The NMSP 2021–2025 attempts to align with the updated 2016 WHO ANC guidelines regarding intermittent preventive therapy during pregnancy (IPTp). The first dose of IPTp is administered at 16 weeks of pregnancy within the context of the country’s national recommended number of ANC visits, which is four. At least three subsequent doses of SP are recommended to be administered to pregnant women at four-week intervals and directly observed by the health center staff. ITNs are to be provided to women during the first ANC visit, and delivery of prompt appropriate management of malaria illness takes place throughout the pregnancy. 

Côte d’Ivoire has seen an overall improvement in IPTp coverages (IPTp1, IPTp2, and IPTp3) in recent years. IPTp2 coverage increased from 59% in 2017 to 69% in 2020. Though the increase in IPTp3 among pregnant women has been steady over the recent years – 23% in 2016, 36% in 2017, 40% in 2018, 45% in 2019, and 47% in 2020 —the IPTp3 coverage is still below the national target of 80% of pregnant women. None of the health regions reached that target in 2018. 

Seasonal malaria chemoprevention 

Côte d’Ivoire's NMCP seing SMC as a promising malaria prevention strategy among children under five years of age conducted an analysis of the 2019 morbidity data to identify districts potentially eligible for SMC, based on current WHO guidelines. 

In 2022, Cote d’Ivoire implemented SMC for the first time.  

Health system

Previously, Côte d’Ivoire was divided into 20 health regions and 86 health districts. Since 2020, the country has reorganized into a new administrative structure consisting of 33 health regions and 113 health districts. [1] In Côte d’Ivoire, a significant proportion of the population seeks care in the private sector.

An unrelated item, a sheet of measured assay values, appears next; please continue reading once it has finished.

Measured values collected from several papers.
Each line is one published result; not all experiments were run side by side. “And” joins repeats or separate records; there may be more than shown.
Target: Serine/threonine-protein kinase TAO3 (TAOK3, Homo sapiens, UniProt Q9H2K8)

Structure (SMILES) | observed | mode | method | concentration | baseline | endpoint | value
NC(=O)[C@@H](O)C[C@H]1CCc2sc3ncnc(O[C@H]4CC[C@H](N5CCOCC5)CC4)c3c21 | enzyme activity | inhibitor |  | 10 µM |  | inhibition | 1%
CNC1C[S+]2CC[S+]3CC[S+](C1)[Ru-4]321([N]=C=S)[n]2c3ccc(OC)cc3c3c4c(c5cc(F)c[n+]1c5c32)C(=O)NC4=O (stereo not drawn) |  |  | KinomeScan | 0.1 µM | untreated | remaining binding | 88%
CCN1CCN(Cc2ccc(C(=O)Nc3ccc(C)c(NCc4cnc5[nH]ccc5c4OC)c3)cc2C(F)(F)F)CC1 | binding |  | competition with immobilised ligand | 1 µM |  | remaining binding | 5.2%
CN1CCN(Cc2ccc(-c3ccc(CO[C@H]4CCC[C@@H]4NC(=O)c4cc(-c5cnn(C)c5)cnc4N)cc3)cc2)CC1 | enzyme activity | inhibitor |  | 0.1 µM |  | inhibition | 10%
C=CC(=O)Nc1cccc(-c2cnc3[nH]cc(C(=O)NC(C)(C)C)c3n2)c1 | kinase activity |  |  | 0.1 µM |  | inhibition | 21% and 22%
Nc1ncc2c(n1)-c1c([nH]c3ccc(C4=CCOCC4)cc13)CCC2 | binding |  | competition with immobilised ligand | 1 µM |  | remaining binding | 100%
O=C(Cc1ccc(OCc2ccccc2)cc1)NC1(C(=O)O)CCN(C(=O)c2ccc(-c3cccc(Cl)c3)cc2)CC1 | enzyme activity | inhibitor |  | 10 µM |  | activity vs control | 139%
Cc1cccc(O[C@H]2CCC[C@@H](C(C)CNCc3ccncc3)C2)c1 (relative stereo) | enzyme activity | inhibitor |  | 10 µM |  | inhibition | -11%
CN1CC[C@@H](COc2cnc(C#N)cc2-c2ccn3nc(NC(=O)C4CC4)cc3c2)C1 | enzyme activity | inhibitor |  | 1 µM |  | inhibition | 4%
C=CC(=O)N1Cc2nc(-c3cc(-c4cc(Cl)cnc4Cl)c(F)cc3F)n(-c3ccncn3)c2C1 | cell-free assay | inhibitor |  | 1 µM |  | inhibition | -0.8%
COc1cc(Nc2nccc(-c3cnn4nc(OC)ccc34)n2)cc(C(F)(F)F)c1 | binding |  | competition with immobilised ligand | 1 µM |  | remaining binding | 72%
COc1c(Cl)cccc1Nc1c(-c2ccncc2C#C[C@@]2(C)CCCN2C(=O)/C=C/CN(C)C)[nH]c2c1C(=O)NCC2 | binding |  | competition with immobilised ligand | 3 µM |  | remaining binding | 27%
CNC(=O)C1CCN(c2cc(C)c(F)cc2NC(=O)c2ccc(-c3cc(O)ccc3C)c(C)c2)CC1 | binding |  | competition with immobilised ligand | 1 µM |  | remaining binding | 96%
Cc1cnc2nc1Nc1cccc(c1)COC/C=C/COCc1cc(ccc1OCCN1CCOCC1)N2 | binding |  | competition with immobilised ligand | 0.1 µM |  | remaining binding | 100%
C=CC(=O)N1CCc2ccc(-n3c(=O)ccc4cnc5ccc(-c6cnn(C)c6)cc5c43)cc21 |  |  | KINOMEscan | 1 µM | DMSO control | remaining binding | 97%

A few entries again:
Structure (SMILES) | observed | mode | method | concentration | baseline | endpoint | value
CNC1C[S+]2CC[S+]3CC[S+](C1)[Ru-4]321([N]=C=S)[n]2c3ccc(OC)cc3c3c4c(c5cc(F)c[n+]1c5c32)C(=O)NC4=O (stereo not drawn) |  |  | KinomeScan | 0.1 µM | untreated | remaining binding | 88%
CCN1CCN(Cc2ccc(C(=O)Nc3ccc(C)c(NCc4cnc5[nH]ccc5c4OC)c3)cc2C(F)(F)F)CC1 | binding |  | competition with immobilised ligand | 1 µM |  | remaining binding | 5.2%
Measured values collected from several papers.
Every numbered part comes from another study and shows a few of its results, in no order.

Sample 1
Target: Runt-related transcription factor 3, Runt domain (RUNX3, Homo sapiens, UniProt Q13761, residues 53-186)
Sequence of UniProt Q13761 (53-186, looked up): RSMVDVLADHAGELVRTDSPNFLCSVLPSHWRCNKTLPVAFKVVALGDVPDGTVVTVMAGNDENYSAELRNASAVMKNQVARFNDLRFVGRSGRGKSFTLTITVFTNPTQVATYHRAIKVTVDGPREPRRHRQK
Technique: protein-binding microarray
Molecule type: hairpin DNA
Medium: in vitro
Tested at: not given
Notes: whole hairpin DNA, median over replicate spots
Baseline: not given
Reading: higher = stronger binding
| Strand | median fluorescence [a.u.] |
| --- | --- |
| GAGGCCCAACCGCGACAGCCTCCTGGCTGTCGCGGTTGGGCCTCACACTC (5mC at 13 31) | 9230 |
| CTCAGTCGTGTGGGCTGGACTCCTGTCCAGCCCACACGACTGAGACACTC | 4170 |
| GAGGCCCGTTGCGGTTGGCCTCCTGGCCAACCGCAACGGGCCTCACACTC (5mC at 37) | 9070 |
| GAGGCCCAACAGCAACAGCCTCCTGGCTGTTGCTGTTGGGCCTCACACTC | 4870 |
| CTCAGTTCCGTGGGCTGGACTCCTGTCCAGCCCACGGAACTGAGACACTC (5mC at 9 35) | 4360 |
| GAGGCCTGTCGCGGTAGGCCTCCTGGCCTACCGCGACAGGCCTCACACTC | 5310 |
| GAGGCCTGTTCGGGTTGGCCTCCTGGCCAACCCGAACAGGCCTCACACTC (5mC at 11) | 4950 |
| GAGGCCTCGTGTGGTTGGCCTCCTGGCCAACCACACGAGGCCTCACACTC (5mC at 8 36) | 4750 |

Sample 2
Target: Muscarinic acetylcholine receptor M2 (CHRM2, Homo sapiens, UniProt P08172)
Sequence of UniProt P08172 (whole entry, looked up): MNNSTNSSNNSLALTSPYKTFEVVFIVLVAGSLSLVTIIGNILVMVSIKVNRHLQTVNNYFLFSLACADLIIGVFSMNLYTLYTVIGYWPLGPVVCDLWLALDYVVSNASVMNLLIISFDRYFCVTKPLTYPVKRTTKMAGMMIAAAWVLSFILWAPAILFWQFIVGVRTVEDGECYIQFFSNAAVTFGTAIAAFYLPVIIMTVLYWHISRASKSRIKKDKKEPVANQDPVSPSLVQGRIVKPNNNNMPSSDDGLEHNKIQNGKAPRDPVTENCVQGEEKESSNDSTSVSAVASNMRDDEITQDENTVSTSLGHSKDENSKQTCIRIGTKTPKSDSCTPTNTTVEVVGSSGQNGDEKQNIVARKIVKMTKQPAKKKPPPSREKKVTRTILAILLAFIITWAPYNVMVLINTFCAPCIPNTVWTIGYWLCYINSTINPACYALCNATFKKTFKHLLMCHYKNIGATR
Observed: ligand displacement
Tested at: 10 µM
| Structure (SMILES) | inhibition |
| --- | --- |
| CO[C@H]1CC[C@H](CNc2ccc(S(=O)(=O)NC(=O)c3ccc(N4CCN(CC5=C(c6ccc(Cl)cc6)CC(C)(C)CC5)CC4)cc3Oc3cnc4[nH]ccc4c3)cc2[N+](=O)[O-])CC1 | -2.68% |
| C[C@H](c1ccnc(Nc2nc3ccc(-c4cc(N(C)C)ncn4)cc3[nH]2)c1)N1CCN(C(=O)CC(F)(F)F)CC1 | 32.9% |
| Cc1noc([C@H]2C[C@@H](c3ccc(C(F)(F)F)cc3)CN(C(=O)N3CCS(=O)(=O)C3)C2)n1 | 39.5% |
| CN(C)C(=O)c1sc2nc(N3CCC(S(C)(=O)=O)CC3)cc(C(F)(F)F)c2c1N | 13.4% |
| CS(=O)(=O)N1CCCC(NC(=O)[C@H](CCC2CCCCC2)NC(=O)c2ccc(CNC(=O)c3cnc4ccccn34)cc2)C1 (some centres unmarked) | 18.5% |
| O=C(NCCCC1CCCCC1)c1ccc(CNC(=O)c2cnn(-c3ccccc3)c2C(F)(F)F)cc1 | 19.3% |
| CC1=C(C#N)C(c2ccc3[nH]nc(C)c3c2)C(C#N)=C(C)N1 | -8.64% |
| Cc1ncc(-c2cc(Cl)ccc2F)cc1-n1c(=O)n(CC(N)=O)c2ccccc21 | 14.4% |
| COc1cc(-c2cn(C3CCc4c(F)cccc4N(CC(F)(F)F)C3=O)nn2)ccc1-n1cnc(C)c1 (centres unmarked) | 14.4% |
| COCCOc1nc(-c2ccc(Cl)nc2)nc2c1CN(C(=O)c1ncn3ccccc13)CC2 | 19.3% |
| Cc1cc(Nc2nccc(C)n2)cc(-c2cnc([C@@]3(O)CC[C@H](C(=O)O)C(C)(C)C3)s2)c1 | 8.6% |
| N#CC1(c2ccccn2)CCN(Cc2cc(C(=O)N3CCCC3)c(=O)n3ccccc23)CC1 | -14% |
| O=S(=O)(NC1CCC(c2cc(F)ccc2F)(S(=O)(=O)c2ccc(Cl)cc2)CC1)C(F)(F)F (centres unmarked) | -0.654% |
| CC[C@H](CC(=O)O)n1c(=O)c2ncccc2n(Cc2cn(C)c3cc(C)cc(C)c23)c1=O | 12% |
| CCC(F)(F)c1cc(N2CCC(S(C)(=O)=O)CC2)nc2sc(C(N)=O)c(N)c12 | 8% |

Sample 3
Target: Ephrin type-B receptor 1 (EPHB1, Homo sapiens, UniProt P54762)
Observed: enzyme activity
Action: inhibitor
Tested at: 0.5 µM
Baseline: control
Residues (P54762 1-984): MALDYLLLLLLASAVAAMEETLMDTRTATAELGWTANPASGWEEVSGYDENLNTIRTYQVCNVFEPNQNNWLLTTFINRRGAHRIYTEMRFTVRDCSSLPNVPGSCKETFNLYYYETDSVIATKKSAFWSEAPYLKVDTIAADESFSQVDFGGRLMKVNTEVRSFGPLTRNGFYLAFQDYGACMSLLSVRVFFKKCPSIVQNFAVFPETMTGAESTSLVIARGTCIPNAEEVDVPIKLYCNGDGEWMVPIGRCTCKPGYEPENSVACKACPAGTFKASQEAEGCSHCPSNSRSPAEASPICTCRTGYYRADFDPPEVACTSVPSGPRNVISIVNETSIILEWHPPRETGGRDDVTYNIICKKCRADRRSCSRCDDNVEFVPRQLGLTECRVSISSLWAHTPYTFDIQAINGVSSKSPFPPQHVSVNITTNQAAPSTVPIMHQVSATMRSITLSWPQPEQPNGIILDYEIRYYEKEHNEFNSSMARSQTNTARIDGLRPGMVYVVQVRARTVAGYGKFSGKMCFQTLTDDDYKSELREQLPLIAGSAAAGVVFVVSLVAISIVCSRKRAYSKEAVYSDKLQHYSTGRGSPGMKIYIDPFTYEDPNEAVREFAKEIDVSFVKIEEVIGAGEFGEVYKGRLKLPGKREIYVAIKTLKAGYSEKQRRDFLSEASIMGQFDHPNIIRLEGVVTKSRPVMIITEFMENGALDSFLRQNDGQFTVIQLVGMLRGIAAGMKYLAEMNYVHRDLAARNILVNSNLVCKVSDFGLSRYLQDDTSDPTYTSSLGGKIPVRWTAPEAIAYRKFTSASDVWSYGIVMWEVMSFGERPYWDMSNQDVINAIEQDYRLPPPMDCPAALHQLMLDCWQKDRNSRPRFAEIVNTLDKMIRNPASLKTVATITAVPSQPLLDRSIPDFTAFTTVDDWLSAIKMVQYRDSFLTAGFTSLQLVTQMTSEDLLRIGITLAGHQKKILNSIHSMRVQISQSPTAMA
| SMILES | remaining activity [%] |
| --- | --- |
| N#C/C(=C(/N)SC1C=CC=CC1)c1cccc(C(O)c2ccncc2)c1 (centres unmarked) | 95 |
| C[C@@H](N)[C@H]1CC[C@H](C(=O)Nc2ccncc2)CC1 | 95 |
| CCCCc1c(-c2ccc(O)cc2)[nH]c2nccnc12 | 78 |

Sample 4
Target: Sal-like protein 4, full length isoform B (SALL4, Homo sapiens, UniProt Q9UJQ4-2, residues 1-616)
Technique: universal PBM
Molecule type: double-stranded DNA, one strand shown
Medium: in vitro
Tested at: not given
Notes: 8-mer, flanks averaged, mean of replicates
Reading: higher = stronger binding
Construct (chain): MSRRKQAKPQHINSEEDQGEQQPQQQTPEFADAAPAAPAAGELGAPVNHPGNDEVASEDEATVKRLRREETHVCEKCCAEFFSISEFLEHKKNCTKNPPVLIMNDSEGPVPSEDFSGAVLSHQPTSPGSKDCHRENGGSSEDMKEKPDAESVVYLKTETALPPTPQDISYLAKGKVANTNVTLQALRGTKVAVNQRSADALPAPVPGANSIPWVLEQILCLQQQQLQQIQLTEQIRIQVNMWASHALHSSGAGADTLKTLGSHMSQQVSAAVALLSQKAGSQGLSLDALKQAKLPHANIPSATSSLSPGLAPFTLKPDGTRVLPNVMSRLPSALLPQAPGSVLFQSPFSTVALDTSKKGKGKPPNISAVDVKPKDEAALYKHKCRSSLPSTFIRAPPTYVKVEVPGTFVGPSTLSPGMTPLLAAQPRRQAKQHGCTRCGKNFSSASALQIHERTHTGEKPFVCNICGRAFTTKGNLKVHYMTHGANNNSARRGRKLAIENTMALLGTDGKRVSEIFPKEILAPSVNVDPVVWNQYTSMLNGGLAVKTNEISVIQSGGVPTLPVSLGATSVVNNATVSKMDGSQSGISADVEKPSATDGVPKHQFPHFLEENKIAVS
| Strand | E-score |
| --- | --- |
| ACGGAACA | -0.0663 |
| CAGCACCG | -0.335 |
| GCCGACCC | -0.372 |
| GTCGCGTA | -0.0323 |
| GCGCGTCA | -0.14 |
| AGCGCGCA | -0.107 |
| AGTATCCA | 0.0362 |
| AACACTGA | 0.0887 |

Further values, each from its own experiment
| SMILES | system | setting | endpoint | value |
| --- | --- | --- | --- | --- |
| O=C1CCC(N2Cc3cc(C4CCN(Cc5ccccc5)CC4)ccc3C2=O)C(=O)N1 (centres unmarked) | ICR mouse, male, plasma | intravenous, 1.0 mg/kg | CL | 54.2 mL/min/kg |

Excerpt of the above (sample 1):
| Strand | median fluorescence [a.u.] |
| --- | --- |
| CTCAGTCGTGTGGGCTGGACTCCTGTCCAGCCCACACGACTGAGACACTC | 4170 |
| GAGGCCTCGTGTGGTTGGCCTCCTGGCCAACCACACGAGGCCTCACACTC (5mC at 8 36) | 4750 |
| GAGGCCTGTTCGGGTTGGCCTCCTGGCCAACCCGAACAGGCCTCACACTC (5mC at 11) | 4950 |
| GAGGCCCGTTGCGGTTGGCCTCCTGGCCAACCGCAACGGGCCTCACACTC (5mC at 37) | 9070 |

According to the Rapport Annuel sur la Situation Sanitaire (Annual Health Situation Report/RASS) the utilization rate of public sector health services was 47% in 2018. The same measurement was reported in 2017 as 48 percent. It follows that approximately 53% of individuals qualifying as suspect malaria cases seek care outside of public facilities. This percentage includes those seeking care/advice from the community, private health facilities, pharmacies, and traditional healers, as well as those not seeking care at all. According to the 2016 Multiple Indicator Cluster Survey (MICS), 13.5% of children under 5 years of age with fever presented to private facilities for care, while another 38.5% did not seek treatment at all.[1] 

Although the national guidelines outlining appropriate malaria case management are distributed nationwide, it is not known which antimalarial medications are most commonly available in the private sector.[1] 

Health data management 

Routine malaria case data from health facilities (HFs) and community health workers are reported to the NMCP through District Health Information System 2 (DHIS2), and survey data are periodically reported in malaria indicator surveys (DHS and Multiple Indicator Cluster Survey [MICS]). In addition, the NMCP collects parasitological data through regularly occurring Therapeutic Efficacy studies to monitor for potential resistance to ACTs and SP.  

Challenges in addressing uncomplicated and severe malaria

  • Although malaria is the number one reason people are seen in health facilities, immediate health seeking for children is still delayed. Only about 63 percent of children under 5 with fever are brought to a health facility or community health worker as a first recourse within 24 hours.2
  • Providers may default to the older strategy of treating fever cases as presumptive malaria even when there is no documented positive diagnostic test.2
  • Among pregnant women who received sulfadoxine/pyrimethamine from a source other than a health center, 75.4% reported paying for the drug, while 24.3% of women who received their dose only from a health center reported paying for the drug.2
  • Côte d’Ivoire's supply chain faces major challenges. Supply chain reform in 2014 significantly improved commodities storage and distribution from the Central Medical Store to the district level. At the district level, however, challenges remain with regards to the distribution of commodities to health facilities.2

Cote dIvoire malaria epidemiological profile

Côte d'Ivoire epidemiological profile

Severe malaria admissions and deaths in Cote dIvoire

Severe malaria admissions and deaths in Cote dIvoire: World Malaria Report 2018

Severe malaria policy and practice

National treatment guidelines



IV/IM artesunate




IV quinine



Peripheral health facilities

IM artesunate or IM artemether

Community level

Rectal artesunate




Sulfadoxine/pyrimethamine (3 doses)

Sources of malaria financing in La Cote DIvoire

Cote dIvoire sources of financing: World Malaria Report 2018